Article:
Turkish team uses imaging to guide care of victims of conflict

By Will Morton, AuntMinnieEurope.com staff writer

April 29, 2022 -- CT and x-ray are playing a significant role in enabling doctors in Turkey to triage patients who've suffered injuries in Syria. A new article shows how imaging can help children injured by explosions. The authors think their findings may be useful for everyone working in war-torn regions.

"Radiologists who triage mass injuries should understand the effects of blast injuries patterns and the spectrum of injury," wrote Dr. Inan Kormaz, a radiologist at Hatay Mustafa Kemal University hospital in Antakya (Antioch) in southern Turkey (Clinical Radiology, 22 April 2022).

More than 2 million children have been killed in conflict zones worldwide over the past 10 years, and an estimated 86% of fatal blast injuries are due to shockwave (barotrauma) from explosions. Bomb blasts are a threat to civilians of all age groups, but children are less likely to survive than adults, the authors noted.

Hatay Mustafa Kemal University hospital is located 70 miles from Aleppo in Syria and is one of the main tertiary hospitals in the region where the wounded are first brought from the border, across which the Syrian civil war has been raging for 11 years. Kormaz and colleagues, who included two pediatric surgeons, studied x-ray and CT imaging in 74 children with musculoskeletal and accompanying organ injuries admitted between 2015 and 2020.

Blast injuries are caused by the combined effects of excessive pressure created by explosive weapons and accompanying secondary effects. The force of the excessive pressure itself is sufficient to cause injury, but secondary and complex injuries can also occur due to shrapnel fragments, impact injuries after being thrown, or injuries after the collapse of buildings, the authors wrote.

CT and radiography images of a 4-year-old girl with primary blast injury
CT and radiography images of a 4-year-old girl with primary blast injury. CT images show multiple skull fractures (black arrows) in the cranium (a) and areas of pneumothorax (black arrow) and contusion (black star) in the left lung (b). (c,d) Radiographs of the same patient show left lower extremity and left hand fifth finger amputation, carpal bone fractures, and tissue defects. Image courtesy of Clinical Radiology.

The mean age of the group was 9 years. Of the 74 patients, findings revealed 29 (39.2%) suffered primary blast injuries (PBIs), 32 (43.2%) had secondary blast injuries (SBIs), and 13 (17.6%) had complex blast injuries. Twenty-three (31.1%) were girls and 51 (68.9%) were boys. Radiography was performed in 32 (43.2%) patients and CT in 55 (74.3%).

Based on the study, Kormaz and colleagues developed six main recommendations for radiologists who may see similar trauma, as follows:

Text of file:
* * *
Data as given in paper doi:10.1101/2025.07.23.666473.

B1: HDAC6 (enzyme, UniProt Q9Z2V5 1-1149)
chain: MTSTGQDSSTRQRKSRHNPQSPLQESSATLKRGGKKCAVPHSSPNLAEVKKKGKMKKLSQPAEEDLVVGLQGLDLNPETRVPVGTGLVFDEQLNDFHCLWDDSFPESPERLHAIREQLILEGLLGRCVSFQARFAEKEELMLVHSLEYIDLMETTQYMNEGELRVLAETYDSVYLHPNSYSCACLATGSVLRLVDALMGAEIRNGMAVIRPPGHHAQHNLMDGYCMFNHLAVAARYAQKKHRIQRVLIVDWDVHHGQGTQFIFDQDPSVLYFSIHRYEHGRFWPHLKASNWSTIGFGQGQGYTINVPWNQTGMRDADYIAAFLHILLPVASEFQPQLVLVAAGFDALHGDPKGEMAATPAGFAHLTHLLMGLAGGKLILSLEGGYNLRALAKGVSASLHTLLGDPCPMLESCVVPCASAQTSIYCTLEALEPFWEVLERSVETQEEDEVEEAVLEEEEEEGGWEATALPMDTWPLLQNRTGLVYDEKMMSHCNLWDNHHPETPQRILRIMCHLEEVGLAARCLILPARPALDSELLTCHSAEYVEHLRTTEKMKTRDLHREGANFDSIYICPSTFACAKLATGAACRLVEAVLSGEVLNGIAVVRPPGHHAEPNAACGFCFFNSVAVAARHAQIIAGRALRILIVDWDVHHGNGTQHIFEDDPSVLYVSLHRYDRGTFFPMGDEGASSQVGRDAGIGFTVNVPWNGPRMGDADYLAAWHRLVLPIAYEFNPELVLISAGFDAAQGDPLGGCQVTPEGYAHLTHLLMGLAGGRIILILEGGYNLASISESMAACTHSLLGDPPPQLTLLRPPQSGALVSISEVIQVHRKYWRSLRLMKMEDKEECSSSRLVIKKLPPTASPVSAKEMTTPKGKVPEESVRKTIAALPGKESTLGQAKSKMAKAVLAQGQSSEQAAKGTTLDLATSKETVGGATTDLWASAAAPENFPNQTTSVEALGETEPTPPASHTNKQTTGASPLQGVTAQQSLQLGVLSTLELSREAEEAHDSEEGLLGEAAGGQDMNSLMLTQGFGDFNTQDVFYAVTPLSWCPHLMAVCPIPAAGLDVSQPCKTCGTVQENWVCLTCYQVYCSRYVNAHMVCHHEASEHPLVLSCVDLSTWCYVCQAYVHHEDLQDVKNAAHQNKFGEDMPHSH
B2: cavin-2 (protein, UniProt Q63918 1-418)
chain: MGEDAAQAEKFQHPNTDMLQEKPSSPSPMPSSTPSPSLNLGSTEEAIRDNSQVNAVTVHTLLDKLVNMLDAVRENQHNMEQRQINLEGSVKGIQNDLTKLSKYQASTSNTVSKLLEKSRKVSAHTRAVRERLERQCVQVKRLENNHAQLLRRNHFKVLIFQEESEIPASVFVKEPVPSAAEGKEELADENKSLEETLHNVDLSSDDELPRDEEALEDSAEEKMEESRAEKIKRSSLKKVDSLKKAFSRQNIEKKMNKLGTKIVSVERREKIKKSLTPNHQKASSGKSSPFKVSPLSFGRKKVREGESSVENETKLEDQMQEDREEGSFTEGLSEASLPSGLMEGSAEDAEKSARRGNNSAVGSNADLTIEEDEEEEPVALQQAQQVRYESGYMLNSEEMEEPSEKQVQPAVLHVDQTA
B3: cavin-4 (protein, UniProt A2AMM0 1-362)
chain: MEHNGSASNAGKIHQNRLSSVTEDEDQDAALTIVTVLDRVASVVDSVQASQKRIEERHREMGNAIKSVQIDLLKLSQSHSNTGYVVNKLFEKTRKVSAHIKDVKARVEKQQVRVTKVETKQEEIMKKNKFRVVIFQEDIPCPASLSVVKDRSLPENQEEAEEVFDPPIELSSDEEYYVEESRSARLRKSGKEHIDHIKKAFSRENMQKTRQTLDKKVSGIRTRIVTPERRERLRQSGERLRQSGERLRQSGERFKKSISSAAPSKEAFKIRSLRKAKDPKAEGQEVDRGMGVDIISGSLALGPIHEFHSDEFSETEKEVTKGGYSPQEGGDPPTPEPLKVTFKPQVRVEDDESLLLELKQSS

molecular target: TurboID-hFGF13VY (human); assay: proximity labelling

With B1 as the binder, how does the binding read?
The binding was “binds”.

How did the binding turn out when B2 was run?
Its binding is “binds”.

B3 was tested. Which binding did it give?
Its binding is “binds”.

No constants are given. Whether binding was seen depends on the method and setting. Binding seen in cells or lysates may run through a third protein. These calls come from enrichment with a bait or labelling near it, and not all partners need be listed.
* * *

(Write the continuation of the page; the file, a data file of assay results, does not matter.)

• Blast injuries, regardless of type, can cause skeletal injuries to all body parts in children
  • Due to its scattering feature, shrapnel can cause fractures in many different regions in the same patient, which requires careful radiological examination
  • Presence of amputation on radiographs should prompt radiologists to suspect vital organ injury and prompt additional radiological investigations
  • If there is shrapnel in the abdominal region in radiographs, the clinician should be warned of the intra-abdominal organ injury and CT should be undertaken if necessary
  • The radiological images of children with skull fractures should be carefully examined for brain injury

The authors noted that the mean age in the group with primary blast injuries (7.13 +/- 3.8) was lower and there was a statistically significant difference compared with the group with secondary blast injuries (11.3 +/- 3.8), which indicates that small children may be more sensitive anatomically and that they may be thrown by the impact of blast pressure due to their small body size.

Limitations of the study included that some children had incomplete history due to the absence of their families and language problems, and some of the data were recorded under intense emergency room conditions and so may have been prone to human error.

Ultimately, the most common injury in military conflicts and civilian terrorist activities is musculoskeletal trauma, and war-related extremity injuries in children constitute a large part of the care in war hospitals, the authors wrote.

"The present analysis of the radiological images of child victims of PBIs and SBIs highlights the central role of radiology in blast injuries and the need for a multimodal imaging approach," Kormaz and colleagues concluded.

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